NUI Galway ICU video link system wins National Impact Award

Frank Kirrane (UHG) and Leonie Cullen (UHG). Photo: Aoife Morrissey, Saolta Communications

Project connects patients with their loved ones against a backdrop of Covid-19 restrictions

Print

PrintPrint
Life

Read More:

4 December 2020 | 0

A project that connects intensive care patients connect with their loved ones on visits to hospitals won a Knowledge Transfer Ireland Impact Award for NUI Galway.  

The university worked with industry partners Cisco and IBM to deliver a state-of-the-art video call system, ICU FamilyLink, specifically for the intensive care unit (ICU) at University Hospital Galway (UHG). The project won the Knowledge Transfer Ireland Impact Award, in the category for Covid-19 response. 

When hospital visiting restrictions were introduced in early March, the ICU team UHG appreciated that it was going to be very difficult to keep families and patients in the ICU updated and connected, particularly where family members may be in physical isolation in different locations. To address these challenges, they reached out to their academic partners in NUI Galway, who in turn reached out to industry contacts in Galway and beyond. 

 

advertisement



 

NUI Galway, Cisco and IBM assembled a team and, working closely with the ICU and Clinical Engineering and IT teams in UHG, developed a video call system tailored for the ICU setting. The system runs on the hospital’s Cisco Enterprise Wireless Network using Cisco Webex Meetings software and Cisco Webex Devices donated from Cisco’s software development office in Oranmore.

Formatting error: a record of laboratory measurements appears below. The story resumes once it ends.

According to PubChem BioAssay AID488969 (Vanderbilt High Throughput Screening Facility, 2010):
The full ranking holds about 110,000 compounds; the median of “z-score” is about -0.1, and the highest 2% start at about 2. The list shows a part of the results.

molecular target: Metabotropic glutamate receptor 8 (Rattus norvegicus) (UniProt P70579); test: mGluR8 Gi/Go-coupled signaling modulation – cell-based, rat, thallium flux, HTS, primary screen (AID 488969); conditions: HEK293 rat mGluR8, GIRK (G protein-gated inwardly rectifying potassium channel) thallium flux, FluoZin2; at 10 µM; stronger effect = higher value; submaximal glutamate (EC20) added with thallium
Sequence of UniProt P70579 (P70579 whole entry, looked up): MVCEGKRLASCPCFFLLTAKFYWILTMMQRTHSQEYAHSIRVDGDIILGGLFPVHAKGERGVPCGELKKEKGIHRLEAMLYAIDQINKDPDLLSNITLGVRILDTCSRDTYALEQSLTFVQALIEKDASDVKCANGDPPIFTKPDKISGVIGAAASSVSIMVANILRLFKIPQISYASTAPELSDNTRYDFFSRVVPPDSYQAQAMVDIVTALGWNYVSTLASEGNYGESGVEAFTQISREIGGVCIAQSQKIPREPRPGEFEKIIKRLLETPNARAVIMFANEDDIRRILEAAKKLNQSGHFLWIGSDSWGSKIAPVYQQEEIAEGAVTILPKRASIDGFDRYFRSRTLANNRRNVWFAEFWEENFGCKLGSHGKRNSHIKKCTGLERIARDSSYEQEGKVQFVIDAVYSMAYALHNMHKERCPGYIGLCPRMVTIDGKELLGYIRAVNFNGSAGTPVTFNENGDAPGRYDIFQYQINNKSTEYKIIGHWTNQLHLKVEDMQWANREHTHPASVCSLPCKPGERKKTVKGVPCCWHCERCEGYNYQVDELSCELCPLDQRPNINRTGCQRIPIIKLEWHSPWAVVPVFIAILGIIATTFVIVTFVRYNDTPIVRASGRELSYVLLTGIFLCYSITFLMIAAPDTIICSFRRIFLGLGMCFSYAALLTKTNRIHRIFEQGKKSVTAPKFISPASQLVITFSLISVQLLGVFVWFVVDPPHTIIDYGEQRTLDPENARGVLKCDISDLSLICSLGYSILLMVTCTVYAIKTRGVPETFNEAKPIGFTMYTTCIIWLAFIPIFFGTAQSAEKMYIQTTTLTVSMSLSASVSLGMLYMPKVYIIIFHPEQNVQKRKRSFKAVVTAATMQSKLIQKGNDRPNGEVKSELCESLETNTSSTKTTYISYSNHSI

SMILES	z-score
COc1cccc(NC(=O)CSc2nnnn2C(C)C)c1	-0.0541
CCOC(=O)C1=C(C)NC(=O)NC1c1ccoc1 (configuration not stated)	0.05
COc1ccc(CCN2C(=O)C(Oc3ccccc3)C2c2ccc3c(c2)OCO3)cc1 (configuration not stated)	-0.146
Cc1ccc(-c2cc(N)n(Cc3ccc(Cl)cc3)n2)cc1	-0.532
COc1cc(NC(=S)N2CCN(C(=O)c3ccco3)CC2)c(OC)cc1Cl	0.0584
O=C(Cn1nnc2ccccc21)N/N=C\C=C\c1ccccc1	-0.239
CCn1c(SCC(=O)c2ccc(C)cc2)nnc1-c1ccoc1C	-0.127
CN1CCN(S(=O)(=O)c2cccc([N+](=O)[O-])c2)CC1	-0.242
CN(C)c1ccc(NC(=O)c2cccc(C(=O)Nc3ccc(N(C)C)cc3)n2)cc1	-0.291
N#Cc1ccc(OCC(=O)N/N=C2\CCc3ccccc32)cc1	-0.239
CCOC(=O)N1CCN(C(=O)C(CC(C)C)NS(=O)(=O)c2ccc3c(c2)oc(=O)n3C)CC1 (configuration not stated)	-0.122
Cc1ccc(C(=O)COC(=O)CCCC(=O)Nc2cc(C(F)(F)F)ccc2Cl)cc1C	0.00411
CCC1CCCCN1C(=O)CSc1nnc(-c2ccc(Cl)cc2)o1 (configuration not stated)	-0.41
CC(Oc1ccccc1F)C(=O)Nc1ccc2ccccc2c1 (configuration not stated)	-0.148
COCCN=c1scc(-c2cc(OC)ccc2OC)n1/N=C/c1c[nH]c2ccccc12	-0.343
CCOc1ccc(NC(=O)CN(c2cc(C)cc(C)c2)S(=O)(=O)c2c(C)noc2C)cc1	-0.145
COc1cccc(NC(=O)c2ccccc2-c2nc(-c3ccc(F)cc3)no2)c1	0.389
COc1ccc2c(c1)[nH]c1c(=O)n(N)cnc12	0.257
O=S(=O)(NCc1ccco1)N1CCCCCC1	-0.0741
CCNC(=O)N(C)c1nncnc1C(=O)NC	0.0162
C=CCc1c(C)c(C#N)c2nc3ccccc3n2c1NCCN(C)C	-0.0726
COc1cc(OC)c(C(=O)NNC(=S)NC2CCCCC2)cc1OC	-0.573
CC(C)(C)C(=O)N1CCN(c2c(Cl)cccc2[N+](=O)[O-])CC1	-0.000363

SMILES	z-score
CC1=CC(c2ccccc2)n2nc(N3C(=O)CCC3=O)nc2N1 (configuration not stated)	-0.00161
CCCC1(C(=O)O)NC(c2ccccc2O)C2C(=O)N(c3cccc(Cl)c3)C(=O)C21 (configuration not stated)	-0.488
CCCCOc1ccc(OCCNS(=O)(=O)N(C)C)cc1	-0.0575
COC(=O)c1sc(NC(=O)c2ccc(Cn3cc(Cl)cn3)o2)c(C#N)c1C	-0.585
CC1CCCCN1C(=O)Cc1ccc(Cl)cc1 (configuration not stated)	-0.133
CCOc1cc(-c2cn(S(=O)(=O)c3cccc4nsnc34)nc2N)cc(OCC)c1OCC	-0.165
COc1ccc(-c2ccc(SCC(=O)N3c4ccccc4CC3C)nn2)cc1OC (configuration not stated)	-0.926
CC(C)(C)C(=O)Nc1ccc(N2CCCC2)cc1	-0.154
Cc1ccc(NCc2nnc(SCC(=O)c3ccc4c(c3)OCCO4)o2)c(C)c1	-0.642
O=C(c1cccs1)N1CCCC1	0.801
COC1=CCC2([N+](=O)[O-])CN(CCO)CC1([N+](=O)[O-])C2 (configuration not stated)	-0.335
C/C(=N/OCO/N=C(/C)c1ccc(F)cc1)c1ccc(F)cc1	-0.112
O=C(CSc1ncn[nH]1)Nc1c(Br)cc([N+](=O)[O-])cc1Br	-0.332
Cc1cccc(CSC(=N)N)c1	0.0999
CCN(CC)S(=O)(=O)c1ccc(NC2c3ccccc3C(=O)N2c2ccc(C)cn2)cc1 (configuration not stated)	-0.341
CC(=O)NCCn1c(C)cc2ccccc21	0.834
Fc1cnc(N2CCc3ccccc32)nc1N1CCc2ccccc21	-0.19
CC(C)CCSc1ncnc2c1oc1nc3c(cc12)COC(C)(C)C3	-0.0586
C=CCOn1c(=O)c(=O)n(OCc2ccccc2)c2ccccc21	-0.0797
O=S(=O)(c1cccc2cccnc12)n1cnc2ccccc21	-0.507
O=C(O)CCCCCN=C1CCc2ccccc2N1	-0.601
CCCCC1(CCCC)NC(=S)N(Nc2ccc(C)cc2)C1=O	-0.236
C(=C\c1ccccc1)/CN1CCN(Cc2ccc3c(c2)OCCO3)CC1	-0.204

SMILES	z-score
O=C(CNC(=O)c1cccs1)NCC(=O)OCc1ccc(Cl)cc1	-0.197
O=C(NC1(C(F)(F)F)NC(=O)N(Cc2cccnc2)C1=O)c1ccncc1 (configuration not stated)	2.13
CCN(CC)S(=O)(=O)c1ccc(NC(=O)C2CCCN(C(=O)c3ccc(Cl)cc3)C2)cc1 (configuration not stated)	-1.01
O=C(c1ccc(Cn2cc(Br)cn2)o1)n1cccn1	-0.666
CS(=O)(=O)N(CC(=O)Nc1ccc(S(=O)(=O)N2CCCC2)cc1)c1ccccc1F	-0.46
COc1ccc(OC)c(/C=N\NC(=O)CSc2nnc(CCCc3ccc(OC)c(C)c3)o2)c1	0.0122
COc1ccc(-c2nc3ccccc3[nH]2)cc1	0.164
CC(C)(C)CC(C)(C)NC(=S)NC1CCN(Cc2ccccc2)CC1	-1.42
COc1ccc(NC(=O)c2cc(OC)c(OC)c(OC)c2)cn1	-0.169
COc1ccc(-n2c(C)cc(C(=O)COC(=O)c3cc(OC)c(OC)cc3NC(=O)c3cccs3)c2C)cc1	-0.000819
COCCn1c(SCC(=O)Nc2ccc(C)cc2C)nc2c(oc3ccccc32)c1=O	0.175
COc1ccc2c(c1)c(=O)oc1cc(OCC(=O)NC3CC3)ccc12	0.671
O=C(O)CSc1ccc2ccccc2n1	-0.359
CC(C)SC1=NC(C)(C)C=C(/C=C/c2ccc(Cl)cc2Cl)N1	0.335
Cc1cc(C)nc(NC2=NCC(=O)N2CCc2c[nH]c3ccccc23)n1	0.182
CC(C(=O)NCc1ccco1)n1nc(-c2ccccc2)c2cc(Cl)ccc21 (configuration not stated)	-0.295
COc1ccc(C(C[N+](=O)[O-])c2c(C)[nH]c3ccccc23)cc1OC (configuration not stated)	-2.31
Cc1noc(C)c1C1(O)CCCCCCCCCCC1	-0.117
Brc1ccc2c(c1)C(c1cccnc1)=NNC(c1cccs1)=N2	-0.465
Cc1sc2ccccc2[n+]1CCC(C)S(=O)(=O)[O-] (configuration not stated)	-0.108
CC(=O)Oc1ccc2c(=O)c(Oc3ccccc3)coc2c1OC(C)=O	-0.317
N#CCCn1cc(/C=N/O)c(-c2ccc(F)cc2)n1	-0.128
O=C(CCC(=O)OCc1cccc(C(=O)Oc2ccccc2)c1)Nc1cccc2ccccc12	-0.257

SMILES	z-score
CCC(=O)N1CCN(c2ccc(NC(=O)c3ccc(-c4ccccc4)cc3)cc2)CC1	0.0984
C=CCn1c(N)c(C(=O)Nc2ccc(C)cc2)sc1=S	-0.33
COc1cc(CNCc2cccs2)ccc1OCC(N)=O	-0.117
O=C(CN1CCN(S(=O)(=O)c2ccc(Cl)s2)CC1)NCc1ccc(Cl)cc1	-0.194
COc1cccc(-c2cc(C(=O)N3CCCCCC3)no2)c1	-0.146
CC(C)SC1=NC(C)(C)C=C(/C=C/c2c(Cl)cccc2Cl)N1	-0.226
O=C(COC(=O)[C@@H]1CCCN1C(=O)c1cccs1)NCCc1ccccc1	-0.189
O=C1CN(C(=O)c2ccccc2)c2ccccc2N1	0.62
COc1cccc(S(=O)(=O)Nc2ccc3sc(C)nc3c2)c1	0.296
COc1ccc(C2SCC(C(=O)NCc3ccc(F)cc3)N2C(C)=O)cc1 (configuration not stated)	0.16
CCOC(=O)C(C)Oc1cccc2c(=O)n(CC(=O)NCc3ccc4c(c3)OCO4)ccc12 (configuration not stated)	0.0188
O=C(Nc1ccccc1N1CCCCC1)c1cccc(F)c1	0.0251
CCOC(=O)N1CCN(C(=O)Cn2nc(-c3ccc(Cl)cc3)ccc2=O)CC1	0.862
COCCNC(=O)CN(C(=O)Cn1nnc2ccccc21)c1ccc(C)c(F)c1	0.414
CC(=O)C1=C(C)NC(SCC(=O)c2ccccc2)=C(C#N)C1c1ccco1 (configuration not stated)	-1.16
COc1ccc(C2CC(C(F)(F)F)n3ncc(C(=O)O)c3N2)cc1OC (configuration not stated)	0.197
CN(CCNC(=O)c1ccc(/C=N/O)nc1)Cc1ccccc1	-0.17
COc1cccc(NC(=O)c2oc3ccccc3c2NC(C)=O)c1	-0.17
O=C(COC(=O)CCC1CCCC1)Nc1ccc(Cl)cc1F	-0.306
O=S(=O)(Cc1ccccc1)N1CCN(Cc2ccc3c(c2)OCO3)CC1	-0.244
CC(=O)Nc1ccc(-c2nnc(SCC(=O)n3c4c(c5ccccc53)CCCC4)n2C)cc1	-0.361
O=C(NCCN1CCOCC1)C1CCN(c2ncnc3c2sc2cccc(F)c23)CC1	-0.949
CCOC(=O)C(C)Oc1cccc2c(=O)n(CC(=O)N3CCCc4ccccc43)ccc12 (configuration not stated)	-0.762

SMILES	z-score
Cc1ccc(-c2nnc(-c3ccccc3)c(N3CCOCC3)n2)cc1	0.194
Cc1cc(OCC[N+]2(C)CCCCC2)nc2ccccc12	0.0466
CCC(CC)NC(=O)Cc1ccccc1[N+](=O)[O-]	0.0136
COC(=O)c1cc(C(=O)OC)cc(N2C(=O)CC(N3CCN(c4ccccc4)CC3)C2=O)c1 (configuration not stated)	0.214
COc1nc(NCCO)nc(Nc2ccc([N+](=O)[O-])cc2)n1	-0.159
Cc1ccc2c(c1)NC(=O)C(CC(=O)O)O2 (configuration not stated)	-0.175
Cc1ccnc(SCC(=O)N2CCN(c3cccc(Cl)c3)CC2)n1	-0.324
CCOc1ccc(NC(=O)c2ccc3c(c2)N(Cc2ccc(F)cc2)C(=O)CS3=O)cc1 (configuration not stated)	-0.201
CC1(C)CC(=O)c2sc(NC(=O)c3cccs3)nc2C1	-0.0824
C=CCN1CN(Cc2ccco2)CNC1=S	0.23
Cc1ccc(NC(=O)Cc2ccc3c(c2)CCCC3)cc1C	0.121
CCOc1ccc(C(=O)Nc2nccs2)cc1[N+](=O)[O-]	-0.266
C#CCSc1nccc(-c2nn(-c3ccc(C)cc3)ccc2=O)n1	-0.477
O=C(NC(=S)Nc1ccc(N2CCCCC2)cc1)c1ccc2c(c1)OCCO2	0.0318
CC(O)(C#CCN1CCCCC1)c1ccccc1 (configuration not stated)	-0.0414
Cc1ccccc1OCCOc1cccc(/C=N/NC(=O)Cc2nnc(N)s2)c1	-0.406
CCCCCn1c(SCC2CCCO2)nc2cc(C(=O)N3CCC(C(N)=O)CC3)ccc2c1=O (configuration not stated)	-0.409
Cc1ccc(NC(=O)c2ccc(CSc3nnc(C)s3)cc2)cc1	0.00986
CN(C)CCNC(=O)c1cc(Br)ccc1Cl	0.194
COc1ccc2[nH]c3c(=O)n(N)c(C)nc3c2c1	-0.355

The Knowledge Transfer Ireland (KTI) Impact Awards recognise and showcase the success in knowledge transfer carried out in Irish higher education institutions and publicly funded research organisations for the wider benefit of the economy and society at large. 

Speaking about the win, David Murphy, director of technology transfer and innovation at NUI Galway, said: “This achievement is a positive reflection of the talent within the university, industry and hospital. It is also a reflection of the commitment to community in a time when it was so important to those affected by the pandemic. As a place well-known for collaboration and creativity, and as a global medtech hub, our research and innovation community has been to the fore in looking at innovations and insights that can support the response to the Covid-19 crisis.  

KTI director and chair of the judging panel, Dr Alison Campbell, added: “The finalists and winners of these awards are real examples of the compelling work being undertaken in the third level to support innovation and to help Irish companies thrive in challenging markets, delivering benefit to the economy and for people.”

TechCentral Reporters

Read More:



Comments are closed.

Back to Top ↑